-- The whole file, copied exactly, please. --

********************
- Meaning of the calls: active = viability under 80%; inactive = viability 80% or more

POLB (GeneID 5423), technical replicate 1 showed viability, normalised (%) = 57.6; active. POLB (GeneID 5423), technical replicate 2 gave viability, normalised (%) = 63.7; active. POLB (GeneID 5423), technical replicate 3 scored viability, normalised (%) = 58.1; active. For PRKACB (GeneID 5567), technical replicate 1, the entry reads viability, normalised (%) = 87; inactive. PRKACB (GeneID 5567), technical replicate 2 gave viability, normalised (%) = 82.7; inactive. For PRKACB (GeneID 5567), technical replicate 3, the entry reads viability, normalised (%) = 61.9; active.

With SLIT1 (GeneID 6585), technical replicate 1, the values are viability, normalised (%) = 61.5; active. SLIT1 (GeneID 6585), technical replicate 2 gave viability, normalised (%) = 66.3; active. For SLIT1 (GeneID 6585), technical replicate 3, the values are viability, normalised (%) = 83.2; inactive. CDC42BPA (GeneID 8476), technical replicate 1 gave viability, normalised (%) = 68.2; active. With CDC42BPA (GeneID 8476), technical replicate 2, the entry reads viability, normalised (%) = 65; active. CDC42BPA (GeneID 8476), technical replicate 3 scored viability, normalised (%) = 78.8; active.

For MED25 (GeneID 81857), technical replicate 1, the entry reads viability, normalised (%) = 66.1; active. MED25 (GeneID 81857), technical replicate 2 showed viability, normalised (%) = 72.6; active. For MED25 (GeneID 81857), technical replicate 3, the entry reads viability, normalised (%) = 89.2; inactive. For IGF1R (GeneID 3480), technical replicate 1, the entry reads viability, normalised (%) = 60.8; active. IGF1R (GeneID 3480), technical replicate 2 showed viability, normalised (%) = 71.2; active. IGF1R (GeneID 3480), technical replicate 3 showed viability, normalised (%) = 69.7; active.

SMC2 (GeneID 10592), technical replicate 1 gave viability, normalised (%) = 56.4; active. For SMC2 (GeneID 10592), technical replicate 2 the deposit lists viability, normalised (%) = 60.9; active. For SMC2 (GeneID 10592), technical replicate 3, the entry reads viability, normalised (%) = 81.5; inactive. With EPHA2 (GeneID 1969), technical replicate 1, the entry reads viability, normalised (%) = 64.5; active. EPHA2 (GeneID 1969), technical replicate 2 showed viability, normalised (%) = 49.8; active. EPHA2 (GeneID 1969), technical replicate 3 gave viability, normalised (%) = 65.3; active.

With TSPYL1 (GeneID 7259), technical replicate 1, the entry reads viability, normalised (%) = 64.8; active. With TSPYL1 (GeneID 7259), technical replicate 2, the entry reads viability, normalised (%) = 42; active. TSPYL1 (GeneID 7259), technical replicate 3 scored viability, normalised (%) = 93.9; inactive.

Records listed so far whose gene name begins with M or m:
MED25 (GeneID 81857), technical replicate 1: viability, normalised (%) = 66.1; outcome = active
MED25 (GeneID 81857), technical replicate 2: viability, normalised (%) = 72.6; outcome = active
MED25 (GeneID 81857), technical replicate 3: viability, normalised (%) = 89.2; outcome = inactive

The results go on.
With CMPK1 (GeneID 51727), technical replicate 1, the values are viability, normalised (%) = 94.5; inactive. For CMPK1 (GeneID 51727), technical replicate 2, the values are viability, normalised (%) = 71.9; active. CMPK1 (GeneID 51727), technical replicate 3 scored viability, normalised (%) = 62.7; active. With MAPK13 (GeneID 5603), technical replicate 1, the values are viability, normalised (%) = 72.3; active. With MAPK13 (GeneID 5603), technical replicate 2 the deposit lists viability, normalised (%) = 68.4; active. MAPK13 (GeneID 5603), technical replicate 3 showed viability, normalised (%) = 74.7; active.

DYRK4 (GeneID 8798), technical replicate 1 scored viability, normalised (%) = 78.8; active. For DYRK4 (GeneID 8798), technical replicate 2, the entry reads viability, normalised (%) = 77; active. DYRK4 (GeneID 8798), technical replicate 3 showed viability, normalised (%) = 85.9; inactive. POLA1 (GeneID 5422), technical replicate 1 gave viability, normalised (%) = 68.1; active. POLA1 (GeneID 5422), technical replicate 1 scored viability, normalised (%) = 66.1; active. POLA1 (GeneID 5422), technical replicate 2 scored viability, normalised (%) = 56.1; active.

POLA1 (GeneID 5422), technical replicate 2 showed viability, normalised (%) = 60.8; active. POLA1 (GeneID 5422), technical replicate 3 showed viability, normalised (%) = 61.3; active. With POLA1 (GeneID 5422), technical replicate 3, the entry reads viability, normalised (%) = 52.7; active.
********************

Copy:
- Meaning of the calls: active = viability under 80%; inactive = viability 80% or more

POLB (GeneID 5423), technical replicate 1 showed viability, normalised (%) = 57.6; active. POLB (GeneID 5423), technical replicate 2 gave viability, normalised (%) = 63.7; active. POLB (GeneID 5423), technical replicate 3 scored viability, normalised (%) = 58.1; active. For PRKACB (GeneID 5567), technical replicate 1, the entry reads viability, normalised (%) = 87; inactive. PRKACB (GeneID 5567), technical replicate 2 gave viability, normalised (%) = 82.7; inactive. For PRKACB (GeneID 5567), technical replicate 3, the entry reads viability, normalised (%) = 61.9; active.

With SLIT1 (GeneID 6585), technical replicate 1, the values are viability, normalised (%) = 61.5; active. SLIT1 (GeneID 6585), technical replicate 2 gave viability, normalised (%) = 66.3; active. For SLIT1 (GeneID 6585), technical replicate 3, the values are viability, normalised (%) = 83.2; inactive. CDC42BPA (GeneID 8476), technical replicate 1 gave viability, normalised (%) = 68.2; active. With CDC42BPA (GeneID 8476), technical replicate 2, the entry reads viability, normalised (%) = 65; active. CDC42BPA (GeneID 8476), technical replicate 3 scored viability, normalised (%) = 78.8; active.

For MED25 (GeneID 81857), technical replicate 1, the entry reads viability, normalised (%) = 66.1; active. MED25 (GeneID 81857), technical replicate 2 showed viability, normalised (%) = 72.6; active. For MED25 (GeneID 81857), technical replicate 3, the entry reads viability, normalised (%) = 89.2; inactive. For IGF1R (GeneID 3480), technical replicate 1, the entry reads viability, normalised (%) = 60.8; active. IGF1R (GeneID 3480), technical replicate 2 showed viability, normalised (%) = 71.2; active. IGF1R (GeneID 3480), technical replicate 3 showed viability, normalised (%) = 69.7; active.

SMC2 (GeneID 10592), technical replicate 1 gave viability, normalised (%) = 56.4; active. For SMC2 (GeneID 10592), technical replicate 2 the deposit lists viability, normalised (%) = 60.9; active. For SMC2 (GeneID 10592), technical replicate 3, the entry reads viability, normalised (%) = 81.5; inactive. With EPHA2 (GeneID 1969), technical replicate 1, the entry reads viability, normalised (%) = 64.5; active. EPHA2 (GeneID 1969), technical replicate 2 showed viability, normalised (%) = 49.8; active. EPHA2 (GeneID 1969), technical replicate 3 gave viability, normalised (%) = 65.3; active.

With TSPYL1 (GeneID 7259), technical replicate 1, the entry reads viability, normalised (%) = 64.8; active. With TSPYL1 (GeneID 7259), technical replicate 2, the entry reads viability, normalised (%) = 42; active. TSPYL1 (GeneID 7259), technical replicate 3 scored viability, normalised (%) = 93.9; inactive.

Records listed so far whose gene name begins with M or m:
MED25 (GeneID 81857), technical replicate 1: viability, normalised (%) = 66.1; outcome = active
MED25 (GeneID 81857), technical replicate 2: viability, normalised (%) = 72.6; outcome = active
MED25 (GeneID 81857), technical replicate 3: viability, normalised (%) = 89.2; outcome = inactive

The results go on.
With CMPK1 (GeneID 51727), technical replicate 1, the values are viability, normalised (%) = 94.5; inactive. For CMPK1 (GeneID 51727), technical replicate 2, the values are viability, normalised (%) = 71.9; active. CMPK1 (GeneID 51727), technical replicate 3 scored viability, normalised (%) = 62.7; active. With MAPK13 (GeneID 5603), technical replicate 1, the values are viability, normalised (%) = 72.3; active. With MAPK13 (GeneID 5603), technical replicate 2 the deposit lists viability, normalised (%) = 68.4; active. MAPK13 (GeneID 5603), technical replicate 3 showed viability, normalised (%) = 74.7; active.

DYRK4 (GeneID 8798), technical replicate 1 scored viability, normalised (%) = 78.8; active. For DYRK4 (GeneID 8798), technical replicate 2, the entry reads viability, normalised (%) = 77; active. DYRK4 (GeneID 8798), technical replicate 3 showed viability, normalised (%) = 85.9; inactive. POLA1 (GeneID 5422), technical replicate 1 gave viability, normalised (%) = 68.1; active. POLA1 (GeneID 5422), technical replicate 1 scored viability, normalised (%) = 66.1; active. POLA1 (GeneID 5422), technical replicate 2 scored viability, normalised (%) = 56.1; active.

POLA1 (GeneID 5422), technical replicate 2 showed viability, normalised (%) = 60.8; active. POLA1 (GeneID 5422), technical replicate 3 showed viability, normalised (%) = 61.3; active. With POLA1 (GeneID 5422), technical replicate 3, the entry reads viability, normalised (%) = 52.7; active.